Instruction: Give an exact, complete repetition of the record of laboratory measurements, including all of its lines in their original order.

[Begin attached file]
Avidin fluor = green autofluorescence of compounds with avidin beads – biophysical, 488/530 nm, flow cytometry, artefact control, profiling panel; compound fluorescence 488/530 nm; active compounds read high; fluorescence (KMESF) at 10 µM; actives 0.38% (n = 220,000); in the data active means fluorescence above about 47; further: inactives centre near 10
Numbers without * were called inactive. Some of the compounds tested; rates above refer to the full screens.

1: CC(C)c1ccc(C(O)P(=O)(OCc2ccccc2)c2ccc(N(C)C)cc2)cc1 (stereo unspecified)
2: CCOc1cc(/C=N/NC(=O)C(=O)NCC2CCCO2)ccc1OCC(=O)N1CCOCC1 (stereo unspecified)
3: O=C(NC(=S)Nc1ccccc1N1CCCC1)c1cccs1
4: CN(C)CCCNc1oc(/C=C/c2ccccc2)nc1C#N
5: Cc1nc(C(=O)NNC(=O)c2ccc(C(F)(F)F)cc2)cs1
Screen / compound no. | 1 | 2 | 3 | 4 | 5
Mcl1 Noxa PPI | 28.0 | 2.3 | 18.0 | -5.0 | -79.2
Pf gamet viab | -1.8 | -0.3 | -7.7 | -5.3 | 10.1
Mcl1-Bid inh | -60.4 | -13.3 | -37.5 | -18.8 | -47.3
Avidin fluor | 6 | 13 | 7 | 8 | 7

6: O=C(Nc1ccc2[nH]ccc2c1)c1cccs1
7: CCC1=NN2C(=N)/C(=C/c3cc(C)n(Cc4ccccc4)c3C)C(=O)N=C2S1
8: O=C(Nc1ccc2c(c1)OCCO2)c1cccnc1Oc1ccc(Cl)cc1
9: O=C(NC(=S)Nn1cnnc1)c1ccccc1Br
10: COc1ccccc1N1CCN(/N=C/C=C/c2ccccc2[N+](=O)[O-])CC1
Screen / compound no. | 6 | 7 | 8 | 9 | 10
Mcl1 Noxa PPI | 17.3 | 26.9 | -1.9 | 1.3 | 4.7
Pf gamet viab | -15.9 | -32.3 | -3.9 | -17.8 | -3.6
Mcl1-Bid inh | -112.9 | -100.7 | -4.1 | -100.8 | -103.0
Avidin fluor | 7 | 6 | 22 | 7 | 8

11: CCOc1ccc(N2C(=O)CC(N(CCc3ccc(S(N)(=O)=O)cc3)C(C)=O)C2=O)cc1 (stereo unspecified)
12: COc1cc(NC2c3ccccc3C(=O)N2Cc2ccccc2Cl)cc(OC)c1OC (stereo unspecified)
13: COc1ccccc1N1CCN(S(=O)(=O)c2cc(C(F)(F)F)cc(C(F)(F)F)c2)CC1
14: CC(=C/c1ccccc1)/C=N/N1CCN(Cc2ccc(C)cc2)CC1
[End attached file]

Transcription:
Avidin fluor = green autofluorescence of compounds with avidin beads – biophysical, 488/530 nm, flow cytometry, artefact control, profiling panel; compound fluorescence 488/530 nm; active compounds read high; fluorescence (KMESF) at 10 µM; actives 0.38% (n = 220,000); in the data active means fluorescence above about 47; further: inactives centre near 10
Numbers without * were called inactive. Some of the compounds tested; rates above refer to the full screens.

1: CC(C)c1ccc(C(O)P(=O)(OCc2ccccc2)c2ccc(N(C)C)cc2)cc1 (stereo unspecified)
2: CCOc1cc(/C=N/NC(=O)C(=O)NCC2CCCO2)ccc1OCC(=O)N1CCOCC1 (stereo unspecified)
3: O=C(NC(=S)Nc1ccccc1N1CCCC1)c1cccs1
4: CN(C)CCCNc1oc(/C=C/c2ccccc2)nc1C#N
5: Cc1nc(C(=O)NNC(=O)c2ccc(C(F)(F)F)cc2)cs1
Screen / compound no. | 1 | 2 | 3 | 4 | 5
Mcl1 Noxa PPI | 28.0 | 2.3 | 18.0 | -5.0 | -79.2
Pf gamet viab | -1.8 | -0.3 | -7.7 | -5.3 | 10.1
Mcl1-Bid inh | -60.4 | -13.3 | -37.5 | -18.8 | -47.3
Avidin fluor | 6 | 13 | 7 | 8 | 7

6: O=C(Nc1ccc2[nH]ccc2c1)c1cccs1
7: CCC1=NN2C(=N)/C(=C/c3cc(C)n(Cc4ccccc4)c3C)C(=O)N=C2S1
8: O=C(Nc1ccc2c(c1)OCCO2)c1cccnc1Oc1ccc(Cl)cc1
9: O=C(NC(=S)Nn1cnnc1)c1ccccc1Br
10: COc1ccccc1N1CCN(/N=C/C=C/c2ccccc2[N+](=O)[O-])CC1
Screen / compound no. | 6 | 7 | 8 | 9 | 10
Mcl1 Noxa PPI | 17.3 | 26.9 | -1.9 | 1.3 | 4.7
Pf gamet viab | -15.9 | -32.3 | -3.9 | -17.8 | -3.6
Mcl1-Bid inh | -112.9 | -100.7 | -4.1 | -100.8 | -103.0
Avidin fluor | 7 | 6 | 22 | 7 | 8

11: CCOc1ccc(N2C(=O)CC(N(CCc3ccc(S(N)(=O)=O)cc3)C(C)=O)C2=O)cc1 (stereo unspecified)
12: COc1cc(NC2c3ccccc3C(=O)N2Cc2ccccc2Cl)cc(OC)c1OC (stereo unspecified)
13: COc1ccccc1N1CCN(S(=O)(=O)c2cc(C(F)(F)F)cc(C(F)(F)F)c2)CC1
14: CC(=C/c1ccccc1)/C=N/N1CCN(Cc2ccc(C)cc2)CC1